No spend month: a Rocky Start

Truth time: I've shopped for three days in a row. Yikes. Groceries on Wednesday. Fish food and aquarium filters on Thursday. And to Michaels today for supplies for a scout project. Needs? Sure. Did I veer off the path and buy stuff I didn't need? Nope. However I'm a bit disturbed by the frequency of my spending. The mere act of shopping: why do I feel the need to run out and get something on a daily basis? What will I "need" tomorrow?

I'm also thinking about the materials I got for he scout project. I'm happy to do this kind of things for the kids, and it was not a lot of money. But I could have used what I have. The world will not end if the craft is less than "perfect." I also could have prepared before the last minute, and asked around to borrow what I needed. Scouts are thrifty and resourceful. I really need to embrace those ideals myself. This is a process.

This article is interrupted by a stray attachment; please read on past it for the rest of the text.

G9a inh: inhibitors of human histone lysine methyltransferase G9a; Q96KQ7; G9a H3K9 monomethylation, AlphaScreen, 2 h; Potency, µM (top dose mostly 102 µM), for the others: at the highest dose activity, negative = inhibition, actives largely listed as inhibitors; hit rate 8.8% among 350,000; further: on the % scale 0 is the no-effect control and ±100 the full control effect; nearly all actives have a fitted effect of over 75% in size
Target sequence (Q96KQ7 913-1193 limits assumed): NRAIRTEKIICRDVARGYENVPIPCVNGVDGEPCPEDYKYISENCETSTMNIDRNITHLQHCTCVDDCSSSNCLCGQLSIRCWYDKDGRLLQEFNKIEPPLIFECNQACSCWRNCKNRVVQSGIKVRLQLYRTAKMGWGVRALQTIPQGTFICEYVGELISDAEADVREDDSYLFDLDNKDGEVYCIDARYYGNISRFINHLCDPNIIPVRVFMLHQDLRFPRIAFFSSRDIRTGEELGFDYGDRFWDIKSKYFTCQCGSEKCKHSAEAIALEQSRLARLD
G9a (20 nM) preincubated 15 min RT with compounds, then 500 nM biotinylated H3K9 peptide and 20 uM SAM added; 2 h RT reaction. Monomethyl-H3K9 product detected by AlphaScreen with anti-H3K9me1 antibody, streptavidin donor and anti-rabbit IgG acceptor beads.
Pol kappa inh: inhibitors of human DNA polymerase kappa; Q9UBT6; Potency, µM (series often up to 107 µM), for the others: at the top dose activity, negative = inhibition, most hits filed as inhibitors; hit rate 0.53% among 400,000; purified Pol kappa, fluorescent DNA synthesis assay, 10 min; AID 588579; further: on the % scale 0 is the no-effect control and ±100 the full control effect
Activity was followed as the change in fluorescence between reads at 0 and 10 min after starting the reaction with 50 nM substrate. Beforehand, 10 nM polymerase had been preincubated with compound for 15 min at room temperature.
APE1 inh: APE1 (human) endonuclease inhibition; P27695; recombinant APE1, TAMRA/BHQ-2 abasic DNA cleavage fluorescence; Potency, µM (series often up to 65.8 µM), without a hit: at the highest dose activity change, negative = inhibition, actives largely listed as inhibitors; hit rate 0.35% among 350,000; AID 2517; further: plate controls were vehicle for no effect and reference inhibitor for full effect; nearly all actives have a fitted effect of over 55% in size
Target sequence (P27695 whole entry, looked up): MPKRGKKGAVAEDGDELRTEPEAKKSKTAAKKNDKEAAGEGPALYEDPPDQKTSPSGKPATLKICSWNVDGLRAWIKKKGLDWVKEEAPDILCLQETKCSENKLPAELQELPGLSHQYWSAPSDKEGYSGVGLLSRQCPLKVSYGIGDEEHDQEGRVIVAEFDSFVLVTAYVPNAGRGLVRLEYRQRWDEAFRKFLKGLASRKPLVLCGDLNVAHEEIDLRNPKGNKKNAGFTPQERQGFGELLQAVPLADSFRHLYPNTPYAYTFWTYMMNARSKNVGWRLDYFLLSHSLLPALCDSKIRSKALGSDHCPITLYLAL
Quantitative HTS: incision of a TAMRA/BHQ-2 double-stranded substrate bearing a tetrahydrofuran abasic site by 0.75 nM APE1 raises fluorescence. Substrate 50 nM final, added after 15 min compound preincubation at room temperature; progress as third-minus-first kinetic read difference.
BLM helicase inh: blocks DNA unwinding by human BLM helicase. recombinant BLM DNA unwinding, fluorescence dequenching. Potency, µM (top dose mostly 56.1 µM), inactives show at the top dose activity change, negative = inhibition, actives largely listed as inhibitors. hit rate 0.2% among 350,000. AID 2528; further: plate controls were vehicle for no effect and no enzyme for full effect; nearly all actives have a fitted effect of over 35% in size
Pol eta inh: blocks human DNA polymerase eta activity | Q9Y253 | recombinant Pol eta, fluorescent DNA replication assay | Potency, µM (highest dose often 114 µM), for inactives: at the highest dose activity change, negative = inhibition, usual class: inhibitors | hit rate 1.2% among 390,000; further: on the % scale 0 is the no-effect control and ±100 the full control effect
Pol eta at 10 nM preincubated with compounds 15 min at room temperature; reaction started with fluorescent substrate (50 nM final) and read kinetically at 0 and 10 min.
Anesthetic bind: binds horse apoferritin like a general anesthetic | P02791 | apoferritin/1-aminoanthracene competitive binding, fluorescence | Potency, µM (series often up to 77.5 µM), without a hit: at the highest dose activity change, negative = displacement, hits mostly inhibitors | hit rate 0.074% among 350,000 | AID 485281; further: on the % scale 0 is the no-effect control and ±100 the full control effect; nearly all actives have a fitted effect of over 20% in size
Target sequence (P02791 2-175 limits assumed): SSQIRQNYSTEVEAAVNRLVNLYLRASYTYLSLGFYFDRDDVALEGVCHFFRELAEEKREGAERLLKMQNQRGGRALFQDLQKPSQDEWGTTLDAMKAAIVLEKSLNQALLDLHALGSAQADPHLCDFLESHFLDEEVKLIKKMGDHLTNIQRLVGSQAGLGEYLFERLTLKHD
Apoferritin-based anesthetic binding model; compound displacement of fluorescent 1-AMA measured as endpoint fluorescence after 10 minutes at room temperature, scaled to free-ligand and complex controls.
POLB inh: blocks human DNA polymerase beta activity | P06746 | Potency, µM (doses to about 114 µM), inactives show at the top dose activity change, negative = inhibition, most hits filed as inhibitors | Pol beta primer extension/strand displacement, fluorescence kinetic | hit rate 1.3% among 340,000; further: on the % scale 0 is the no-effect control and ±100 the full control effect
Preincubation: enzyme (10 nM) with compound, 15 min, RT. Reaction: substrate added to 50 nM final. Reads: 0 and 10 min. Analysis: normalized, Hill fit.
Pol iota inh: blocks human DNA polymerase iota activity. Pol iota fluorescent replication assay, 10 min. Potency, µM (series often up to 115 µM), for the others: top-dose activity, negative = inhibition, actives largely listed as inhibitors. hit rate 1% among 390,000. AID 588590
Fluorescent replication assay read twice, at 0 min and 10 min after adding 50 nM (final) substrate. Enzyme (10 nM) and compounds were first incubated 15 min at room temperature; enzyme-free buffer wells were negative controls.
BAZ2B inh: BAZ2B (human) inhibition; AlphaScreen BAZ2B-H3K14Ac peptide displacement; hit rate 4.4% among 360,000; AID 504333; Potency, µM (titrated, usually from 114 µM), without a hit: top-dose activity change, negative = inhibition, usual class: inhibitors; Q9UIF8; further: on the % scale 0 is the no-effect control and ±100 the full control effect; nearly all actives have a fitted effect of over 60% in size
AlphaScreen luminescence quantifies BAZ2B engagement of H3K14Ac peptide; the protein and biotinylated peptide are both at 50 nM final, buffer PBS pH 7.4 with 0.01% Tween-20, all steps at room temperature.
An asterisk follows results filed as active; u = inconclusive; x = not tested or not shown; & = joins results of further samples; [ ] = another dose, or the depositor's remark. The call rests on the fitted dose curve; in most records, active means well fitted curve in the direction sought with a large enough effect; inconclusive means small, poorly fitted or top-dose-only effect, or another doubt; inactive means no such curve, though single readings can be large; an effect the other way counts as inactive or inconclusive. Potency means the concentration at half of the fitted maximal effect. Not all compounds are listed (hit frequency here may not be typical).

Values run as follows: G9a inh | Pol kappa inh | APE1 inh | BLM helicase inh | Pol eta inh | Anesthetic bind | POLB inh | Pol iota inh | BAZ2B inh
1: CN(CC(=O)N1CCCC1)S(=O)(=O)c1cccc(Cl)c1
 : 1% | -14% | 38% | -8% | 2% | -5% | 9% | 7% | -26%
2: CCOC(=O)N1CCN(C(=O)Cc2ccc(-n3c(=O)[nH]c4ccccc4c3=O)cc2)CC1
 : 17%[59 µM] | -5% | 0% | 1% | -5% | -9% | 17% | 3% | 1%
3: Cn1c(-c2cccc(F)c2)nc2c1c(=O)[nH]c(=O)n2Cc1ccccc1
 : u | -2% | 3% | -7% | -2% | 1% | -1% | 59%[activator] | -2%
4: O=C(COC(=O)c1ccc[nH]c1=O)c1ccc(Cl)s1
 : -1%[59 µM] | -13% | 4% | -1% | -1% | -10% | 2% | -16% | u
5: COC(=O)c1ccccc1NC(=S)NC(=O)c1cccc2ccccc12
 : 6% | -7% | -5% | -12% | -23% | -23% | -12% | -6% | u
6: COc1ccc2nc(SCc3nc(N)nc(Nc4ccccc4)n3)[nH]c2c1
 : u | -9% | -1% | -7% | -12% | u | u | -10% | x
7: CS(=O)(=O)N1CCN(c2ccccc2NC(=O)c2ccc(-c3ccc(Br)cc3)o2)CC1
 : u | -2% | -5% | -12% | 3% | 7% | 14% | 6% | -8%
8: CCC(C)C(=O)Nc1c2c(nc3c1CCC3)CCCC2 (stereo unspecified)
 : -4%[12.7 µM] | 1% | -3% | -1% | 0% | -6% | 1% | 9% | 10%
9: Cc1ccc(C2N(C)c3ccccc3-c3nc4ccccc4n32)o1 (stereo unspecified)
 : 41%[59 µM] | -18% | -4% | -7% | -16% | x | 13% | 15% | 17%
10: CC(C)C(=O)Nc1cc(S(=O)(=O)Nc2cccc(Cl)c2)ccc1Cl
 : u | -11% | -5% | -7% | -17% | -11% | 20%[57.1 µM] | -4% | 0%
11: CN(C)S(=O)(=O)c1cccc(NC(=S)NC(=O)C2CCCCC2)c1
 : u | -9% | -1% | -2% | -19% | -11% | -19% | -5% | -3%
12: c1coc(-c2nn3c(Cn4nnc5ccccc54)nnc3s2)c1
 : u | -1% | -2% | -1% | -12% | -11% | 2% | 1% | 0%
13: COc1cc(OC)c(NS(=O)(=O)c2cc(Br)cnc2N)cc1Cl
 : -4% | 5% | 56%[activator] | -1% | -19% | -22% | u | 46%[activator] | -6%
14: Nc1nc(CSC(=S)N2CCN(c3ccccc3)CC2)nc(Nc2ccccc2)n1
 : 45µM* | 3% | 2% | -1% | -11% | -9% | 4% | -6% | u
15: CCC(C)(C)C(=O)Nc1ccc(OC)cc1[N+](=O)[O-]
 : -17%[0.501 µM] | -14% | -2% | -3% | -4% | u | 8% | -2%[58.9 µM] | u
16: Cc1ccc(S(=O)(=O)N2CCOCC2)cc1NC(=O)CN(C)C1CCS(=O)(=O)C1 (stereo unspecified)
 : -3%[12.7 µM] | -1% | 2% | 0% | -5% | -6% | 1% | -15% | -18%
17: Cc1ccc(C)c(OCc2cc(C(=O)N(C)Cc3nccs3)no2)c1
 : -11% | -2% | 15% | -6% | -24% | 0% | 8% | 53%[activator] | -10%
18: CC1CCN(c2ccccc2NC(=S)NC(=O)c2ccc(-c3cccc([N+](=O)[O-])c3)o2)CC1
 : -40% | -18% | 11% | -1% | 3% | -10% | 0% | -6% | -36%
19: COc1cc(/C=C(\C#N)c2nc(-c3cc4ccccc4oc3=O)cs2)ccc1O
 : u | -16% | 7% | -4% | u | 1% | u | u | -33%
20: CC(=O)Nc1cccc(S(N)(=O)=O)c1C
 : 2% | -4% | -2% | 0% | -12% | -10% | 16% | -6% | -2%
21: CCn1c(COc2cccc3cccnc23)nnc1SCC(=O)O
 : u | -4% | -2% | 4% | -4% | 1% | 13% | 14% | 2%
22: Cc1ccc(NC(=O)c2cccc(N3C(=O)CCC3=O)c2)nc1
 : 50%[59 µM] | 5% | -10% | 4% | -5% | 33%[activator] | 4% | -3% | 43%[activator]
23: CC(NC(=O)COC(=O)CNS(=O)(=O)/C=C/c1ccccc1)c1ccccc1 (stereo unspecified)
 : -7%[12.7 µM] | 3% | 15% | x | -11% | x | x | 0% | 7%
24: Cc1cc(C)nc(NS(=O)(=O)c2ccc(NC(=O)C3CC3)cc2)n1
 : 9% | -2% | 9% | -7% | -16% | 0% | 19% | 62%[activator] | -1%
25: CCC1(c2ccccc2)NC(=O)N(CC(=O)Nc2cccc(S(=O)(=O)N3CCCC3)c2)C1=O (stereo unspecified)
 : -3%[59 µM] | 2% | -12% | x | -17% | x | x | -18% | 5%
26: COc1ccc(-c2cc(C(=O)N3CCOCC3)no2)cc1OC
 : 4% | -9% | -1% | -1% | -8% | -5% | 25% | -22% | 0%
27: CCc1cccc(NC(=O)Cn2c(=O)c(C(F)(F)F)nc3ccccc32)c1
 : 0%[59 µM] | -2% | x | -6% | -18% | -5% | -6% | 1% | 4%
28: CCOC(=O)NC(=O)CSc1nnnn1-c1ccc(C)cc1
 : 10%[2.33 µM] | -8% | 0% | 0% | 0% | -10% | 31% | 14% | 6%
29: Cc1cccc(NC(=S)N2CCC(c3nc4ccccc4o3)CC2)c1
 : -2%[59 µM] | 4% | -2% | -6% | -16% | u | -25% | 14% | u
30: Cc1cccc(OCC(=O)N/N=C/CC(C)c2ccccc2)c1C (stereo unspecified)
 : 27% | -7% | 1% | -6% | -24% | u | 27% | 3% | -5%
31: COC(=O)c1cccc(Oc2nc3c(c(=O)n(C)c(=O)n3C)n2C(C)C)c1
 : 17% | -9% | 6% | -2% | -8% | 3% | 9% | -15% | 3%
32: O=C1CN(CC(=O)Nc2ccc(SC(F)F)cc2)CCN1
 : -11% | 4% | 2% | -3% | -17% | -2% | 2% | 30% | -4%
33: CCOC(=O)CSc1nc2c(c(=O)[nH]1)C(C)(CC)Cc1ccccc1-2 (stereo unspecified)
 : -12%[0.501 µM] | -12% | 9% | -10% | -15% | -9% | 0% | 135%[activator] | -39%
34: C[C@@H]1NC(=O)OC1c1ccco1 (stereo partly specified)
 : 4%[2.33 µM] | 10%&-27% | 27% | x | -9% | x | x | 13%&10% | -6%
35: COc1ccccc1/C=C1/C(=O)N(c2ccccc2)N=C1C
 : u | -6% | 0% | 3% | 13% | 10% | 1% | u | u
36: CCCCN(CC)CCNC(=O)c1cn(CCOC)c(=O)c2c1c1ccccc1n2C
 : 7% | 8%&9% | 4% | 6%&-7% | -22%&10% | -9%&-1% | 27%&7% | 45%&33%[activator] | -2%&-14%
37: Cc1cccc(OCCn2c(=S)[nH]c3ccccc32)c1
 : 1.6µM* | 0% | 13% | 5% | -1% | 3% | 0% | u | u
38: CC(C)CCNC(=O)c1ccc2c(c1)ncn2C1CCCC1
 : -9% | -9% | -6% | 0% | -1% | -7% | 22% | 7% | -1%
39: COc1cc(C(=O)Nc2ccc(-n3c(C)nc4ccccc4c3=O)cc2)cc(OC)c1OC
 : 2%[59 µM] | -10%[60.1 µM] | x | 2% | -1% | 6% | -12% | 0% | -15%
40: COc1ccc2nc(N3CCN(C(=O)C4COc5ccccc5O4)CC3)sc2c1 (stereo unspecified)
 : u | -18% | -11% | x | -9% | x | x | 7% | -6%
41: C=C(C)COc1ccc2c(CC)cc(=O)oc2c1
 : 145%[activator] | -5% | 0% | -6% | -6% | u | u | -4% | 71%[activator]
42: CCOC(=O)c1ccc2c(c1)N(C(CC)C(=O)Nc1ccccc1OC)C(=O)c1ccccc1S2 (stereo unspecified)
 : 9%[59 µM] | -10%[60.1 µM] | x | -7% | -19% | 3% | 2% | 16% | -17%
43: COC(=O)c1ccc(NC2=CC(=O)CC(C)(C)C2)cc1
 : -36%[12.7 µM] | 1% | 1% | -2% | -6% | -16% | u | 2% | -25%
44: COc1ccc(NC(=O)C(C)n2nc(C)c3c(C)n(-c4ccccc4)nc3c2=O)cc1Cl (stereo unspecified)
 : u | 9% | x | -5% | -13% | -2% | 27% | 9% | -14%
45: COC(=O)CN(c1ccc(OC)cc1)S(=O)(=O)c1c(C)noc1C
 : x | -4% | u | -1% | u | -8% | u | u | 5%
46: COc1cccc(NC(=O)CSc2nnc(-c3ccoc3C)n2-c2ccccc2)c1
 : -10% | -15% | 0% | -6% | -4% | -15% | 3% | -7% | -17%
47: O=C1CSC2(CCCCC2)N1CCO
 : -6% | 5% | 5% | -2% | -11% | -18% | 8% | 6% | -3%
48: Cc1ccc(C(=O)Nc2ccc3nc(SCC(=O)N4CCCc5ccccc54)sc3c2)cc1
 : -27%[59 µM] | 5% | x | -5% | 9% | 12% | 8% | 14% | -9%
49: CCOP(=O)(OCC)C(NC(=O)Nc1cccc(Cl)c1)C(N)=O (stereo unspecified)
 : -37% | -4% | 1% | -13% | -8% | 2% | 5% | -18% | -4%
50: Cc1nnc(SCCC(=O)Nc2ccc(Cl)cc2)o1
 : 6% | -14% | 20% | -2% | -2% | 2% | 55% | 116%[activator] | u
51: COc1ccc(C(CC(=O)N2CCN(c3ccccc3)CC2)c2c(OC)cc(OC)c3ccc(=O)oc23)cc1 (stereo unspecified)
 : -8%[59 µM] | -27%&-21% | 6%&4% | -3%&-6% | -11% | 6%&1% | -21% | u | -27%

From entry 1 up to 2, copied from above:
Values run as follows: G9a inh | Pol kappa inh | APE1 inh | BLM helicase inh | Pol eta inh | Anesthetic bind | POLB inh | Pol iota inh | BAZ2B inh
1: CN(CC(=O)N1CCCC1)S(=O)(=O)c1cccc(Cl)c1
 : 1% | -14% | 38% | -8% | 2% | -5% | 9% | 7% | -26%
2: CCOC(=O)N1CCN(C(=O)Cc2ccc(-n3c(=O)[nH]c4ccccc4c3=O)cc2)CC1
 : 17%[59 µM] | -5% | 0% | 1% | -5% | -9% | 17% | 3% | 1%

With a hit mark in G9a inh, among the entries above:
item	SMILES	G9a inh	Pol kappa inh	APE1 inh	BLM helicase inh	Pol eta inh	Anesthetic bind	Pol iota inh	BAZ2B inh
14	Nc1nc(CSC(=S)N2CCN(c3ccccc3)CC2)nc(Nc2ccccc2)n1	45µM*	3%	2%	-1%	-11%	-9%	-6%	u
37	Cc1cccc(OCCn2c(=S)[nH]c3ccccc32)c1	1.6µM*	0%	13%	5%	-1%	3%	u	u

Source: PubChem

I'll leave you with our den's citizenship board...turned out nice! We used Zots to put the pages on, so we can use our board over and over.

Thursday, January 3, 2013

Vision boards

On New Years Day I actually got my family to do a vision board project together as a way to flesh out the coming year. I love how they all came together to do this. Our boards were all so different from each other, but the same in that they all featured some outdoor pursuits. I feel like the visual aspect of it helped us to understand each other a lot better. The phrase I found that. Love was "Live vicariously through yourself." What a powerful thought. How often we tell ourselves I ought to... Or I need to... Or I should... And now that I think about it, how little I actually say "I want to..." As I look at my own board I realize the images are not things to be bought. I do feel good that my life is starting to look like this...fresher, greener, more active. It's and uplifting thing to see each morning.






Wednesday, January 2, 2013

No Spend January: Gift Cards and a Broken Zipper